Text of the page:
The introduction of AMRs can improve the overall material handling throughput of the warehouse.  However, their productivity is often not what it could be because the predominant wireless technology used for connectivity is Wi-Fi. There are several issues with Wi-Fi, but the primary one is that it doesn’t support mobility above walking speed. When AMRs and people are mixing in the warehouse, this is safer, but for fully automated warehouse AS/RS systems, like the Orodo grid, faster speeds are necessary to make truly significant improvements in productivity—this requires using industrial-strength private wireless.

Wi-Fi limitations

One of the technical problems with Wi-Fi is that as a device roams from one access point to another. There is not a robust, signaling procedure for handing off a device from one access point to another. Wi-Fi-based AMRs often stall because they lose network connectivity at the handoff between access points. This can cause delays of 10–15 seconds, or worse, require a reset on the floor to establish connectivity. Industry Institute of Electrical and Electronics Engineers (IEEE) standards such as 802.11r, 802.11k, and 802.11v address some of the roaming issues but these are optional capabilities and don’t provide seamless handovers.
Wi-Fi poses other problems as well. A single access point (AP) can only handle 30-100 active connections with significant degradation in performance when exceeding 25-30 devices vs. LTE and 5G, which can support up to 800 simultaneous connections without any degradation in performance. It should also be noted that Wi-Fi doesn’t have a robust IoT device eco-system.
But the modern warehouse uses a lot of IoT devices. LTE has a broad device eco-system, and 5G’s IoT device eco-system is growing rapidly. Thus, an LTE or 5G network, unlike Wi-Fi, can communicate with hundreds or, even, thousands of devices at the same time. This includes everything from tracking assets, sending positional data and directing AMRs to streaming video from remote-controlled lift trucks and sending augmented reality information to and from pickers wearing heads-up displays.
Much less secure than either LTE or 5G, Wi-Fi also requires more access points to achieve the same coverage. Radio technology isn’t as good at managing the kind of interference that metal shelves and other structures create, and Wi-Fi performance is best-effort—there’s no QoS (quality of service) mechanism for assuring that specific parameters are met. This means that if your automation application requires consistent low latency, that cannot be assured. If it requires high bandwidth, it is also a problem. This lack of predictability makes it unsuitable for business-critical systems.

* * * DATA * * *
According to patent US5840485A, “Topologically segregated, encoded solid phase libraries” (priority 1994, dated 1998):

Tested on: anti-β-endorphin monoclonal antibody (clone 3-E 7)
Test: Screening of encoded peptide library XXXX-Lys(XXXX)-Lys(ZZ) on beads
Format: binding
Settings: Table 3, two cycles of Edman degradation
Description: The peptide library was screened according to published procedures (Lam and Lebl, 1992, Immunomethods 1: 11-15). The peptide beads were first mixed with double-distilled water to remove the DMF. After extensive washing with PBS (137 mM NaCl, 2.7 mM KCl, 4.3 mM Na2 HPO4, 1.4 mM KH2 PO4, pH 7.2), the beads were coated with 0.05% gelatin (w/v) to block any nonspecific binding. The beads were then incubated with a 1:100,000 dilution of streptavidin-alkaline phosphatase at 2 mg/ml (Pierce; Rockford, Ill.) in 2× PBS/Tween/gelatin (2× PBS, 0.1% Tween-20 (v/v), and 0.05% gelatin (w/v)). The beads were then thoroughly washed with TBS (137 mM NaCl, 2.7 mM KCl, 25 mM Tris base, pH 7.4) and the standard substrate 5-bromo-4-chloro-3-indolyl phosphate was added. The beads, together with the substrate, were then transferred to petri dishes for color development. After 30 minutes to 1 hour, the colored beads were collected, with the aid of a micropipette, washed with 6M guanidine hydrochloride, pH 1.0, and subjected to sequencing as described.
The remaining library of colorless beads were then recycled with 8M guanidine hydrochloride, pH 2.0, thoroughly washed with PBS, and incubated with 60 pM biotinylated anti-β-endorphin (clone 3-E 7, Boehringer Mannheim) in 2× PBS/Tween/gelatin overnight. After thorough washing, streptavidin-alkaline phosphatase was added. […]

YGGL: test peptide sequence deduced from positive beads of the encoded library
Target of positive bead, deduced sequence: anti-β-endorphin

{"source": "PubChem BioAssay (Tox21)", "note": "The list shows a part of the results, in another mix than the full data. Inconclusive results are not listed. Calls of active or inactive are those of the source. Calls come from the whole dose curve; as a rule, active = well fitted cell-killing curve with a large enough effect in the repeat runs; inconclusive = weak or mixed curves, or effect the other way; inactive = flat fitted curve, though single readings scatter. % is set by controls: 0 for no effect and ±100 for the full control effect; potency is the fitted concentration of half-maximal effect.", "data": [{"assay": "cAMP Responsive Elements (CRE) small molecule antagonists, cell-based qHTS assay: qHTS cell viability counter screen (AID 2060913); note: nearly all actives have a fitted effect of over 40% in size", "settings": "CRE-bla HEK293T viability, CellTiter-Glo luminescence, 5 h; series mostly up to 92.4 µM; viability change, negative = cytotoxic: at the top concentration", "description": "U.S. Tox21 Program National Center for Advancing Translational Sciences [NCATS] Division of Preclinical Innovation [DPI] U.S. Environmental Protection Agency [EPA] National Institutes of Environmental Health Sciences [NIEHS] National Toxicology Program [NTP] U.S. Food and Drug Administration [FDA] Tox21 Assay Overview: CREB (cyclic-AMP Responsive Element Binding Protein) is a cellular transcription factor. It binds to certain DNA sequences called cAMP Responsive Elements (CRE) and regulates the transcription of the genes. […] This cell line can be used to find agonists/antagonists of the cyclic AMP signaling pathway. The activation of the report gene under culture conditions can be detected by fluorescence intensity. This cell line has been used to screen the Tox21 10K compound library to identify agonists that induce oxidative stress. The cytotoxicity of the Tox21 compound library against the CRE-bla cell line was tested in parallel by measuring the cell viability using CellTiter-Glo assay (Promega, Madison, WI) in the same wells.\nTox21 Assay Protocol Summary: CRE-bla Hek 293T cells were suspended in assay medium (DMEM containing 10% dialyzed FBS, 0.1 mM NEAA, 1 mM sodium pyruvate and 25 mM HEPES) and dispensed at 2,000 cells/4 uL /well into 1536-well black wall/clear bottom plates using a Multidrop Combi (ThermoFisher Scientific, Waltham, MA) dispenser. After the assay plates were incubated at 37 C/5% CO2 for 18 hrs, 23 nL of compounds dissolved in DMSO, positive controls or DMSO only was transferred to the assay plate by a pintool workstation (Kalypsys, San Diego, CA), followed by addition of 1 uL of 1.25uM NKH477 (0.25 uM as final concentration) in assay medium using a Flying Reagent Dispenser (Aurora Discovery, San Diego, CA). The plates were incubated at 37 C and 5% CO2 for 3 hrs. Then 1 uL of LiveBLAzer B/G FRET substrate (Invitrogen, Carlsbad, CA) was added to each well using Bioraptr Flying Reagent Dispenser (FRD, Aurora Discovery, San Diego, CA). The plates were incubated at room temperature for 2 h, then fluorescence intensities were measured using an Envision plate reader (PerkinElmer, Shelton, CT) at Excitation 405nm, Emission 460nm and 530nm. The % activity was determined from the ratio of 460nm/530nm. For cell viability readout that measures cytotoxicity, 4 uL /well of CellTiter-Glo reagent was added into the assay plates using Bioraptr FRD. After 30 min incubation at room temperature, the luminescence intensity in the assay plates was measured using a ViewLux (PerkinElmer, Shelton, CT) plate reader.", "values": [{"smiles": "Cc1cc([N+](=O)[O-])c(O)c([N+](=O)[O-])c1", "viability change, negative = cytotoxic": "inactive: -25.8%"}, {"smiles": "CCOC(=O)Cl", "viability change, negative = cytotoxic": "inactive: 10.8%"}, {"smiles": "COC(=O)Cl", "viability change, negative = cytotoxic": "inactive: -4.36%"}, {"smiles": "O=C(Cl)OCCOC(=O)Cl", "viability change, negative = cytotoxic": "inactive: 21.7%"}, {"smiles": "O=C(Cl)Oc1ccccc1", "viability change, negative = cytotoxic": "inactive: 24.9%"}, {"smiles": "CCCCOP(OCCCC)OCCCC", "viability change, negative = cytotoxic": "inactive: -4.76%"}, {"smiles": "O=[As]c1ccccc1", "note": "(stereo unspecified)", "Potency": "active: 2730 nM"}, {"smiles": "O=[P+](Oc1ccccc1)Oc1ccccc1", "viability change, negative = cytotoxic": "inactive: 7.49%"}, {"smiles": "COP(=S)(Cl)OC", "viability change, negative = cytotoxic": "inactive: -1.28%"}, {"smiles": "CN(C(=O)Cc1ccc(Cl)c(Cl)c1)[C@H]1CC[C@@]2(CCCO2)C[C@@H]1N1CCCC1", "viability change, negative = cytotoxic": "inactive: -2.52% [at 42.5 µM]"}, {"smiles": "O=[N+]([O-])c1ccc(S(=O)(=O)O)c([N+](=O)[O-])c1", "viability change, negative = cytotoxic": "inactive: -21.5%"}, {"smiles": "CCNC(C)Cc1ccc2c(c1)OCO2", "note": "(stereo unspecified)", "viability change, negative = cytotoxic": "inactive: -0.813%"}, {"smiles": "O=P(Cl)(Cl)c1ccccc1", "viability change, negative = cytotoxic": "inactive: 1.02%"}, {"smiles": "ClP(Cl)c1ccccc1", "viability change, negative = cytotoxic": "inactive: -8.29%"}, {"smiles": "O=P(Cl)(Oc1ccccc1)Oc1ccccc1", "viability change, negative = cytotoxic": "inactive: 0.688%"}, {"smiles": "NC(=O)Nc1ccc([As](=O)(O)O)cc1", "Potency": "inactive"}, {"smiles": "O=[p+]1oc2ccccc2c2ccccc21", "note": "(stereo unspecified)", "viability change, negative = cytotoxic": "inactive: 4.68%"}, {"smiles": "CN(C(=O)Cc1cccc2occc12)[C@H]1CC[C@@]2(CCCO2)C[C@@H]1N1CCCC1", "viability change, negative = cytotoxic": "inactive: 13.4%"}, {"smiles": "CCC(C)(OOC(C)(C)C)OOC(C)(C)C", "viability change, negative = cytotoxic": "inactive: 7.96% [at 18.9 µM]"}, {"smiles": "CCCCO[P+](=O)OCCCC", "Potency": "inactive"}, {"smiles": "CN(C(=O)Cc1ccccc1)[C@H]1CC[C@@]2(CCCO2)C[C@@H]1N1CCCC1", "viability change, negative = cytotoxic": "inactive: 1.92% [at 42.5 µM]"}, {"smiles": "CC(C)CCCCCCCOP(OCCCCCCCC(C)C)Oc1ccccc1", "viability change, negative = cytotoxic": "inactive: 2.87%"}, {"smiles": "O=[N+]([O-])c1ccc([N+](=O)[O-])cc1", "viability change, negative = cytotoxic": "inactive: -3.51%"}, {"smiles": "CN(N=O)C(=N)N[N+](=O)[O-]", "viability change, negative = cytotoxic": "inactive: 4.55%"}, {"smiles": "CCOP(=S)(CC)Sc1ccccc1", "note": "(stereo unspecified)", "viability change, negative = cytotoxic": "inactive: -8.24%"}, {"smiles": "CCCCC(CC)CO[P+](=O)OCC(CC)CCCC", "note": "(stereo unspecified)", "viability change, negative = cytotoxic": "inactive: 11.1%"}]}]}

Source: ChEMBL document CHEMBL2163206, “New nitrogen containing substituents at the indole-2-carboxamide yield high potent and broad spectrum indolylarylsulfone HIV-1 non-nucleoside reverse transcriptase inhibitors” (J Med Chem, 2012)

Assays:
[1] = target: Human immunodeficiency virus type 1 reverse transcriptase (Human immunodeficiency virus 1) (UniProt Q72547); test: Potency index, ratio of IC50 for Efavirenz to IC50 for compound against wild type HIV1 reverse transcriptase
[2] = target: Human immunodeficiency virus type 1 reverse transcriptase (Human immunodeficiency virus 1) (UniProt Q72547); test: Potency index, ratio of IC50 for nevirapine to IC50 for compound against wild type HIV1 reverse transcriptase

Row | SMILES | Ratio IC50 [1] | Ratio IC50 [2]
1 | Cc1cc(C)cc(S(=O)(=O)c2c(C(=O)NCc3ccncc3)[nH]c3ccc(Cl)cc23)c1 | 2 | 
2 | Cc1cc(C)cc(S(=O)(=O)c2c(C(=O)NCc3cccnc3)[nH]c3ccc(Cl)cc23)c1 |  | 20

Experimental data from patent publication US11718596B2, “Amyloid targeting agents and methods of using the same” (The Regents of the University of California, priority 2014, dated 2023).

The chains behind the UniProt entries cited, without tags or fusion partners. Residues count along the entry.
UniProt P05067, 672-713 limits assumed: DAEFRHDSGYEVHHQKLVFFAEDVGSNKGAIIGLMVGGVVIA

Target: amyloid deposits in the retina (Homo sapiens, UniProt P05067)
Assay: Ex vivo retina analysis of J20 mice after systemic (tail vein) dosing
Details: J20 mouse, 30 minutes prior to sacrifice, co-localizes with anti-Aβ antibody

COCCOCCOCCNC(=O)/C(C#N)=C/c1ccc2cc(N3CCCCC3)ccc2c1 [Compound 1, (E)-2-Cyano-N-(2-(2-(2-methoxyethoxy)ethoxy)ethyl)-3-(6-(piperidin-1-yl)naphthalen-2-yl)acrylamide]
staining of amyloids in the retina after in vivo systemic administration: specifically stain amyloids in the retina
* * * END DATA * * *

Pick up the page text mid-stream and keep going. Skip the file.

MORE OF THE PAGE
Note that Wi-Fi is adequate for many tasks where best-effort service is sufficient. Whether emailing worksheets, messaging a colleague or looking up information on a local Sharepoint server, Wi-Fi is perfectly suited to office-level tasks.
However, the next-generation digital warehouse requires ubiquitous, predictable coverage. There can be no holes or breaks in service, since the digital twin has to accurately reflect the state of play at a given moment. 5G is designed as a multi-access network, and a 5G core network can use 5G NR or Wi-Fi access points, as well as interfacing with specific wireless IoT network technologies. The goal is not to decide between these technologies, but to choose the most appropriate technology based on the use case or application.

Fig. 3: “The performance requirements of the newest automation technologies go beyond the capabilities of Wi-Fi.” (Getty Images)


Solving the supply chain and logistics problems that cropped up during the pandemic is one of the principal drivers towards digital transformations. Warehouse 4.0 has the potential to make supply chains more information-rich and transparent for clients on both ends of the chain. It can also make operations more productive, safe and secure, and it can address the labor shortages that currently plague the industry.
Advanced automation systems, IoT, digital twins and other technologies all rely on ubiquitous, reliable and secure connectivity to realize their potential. This kind of connectivity cannot be supplied by Wi-Fi alone. It is not designed to ensure the performance parameters, it doesn’t support IoT devices, and it can’t manage the mobility of AMRs, autonomous lift trucks or any devices moving faster than walking pace.
Therefore, to implement these next-generation technologies, the industry will need to embrace next-generation private wireless systems based on LTE and 5G. Only they have the robust capability to power warehouse automation and support mobility, coverage, predictable performance, quality of service and security with business-critical connectivity.

About The Author

Mark Brant heads the Logistics and Retail sectors within Nokia Enterprise for the North American market. He is responsible for the identification of new business opportunities, application of Nokia’s vast technology portfolio and evangelizing the advent of Private LTE/5G technology.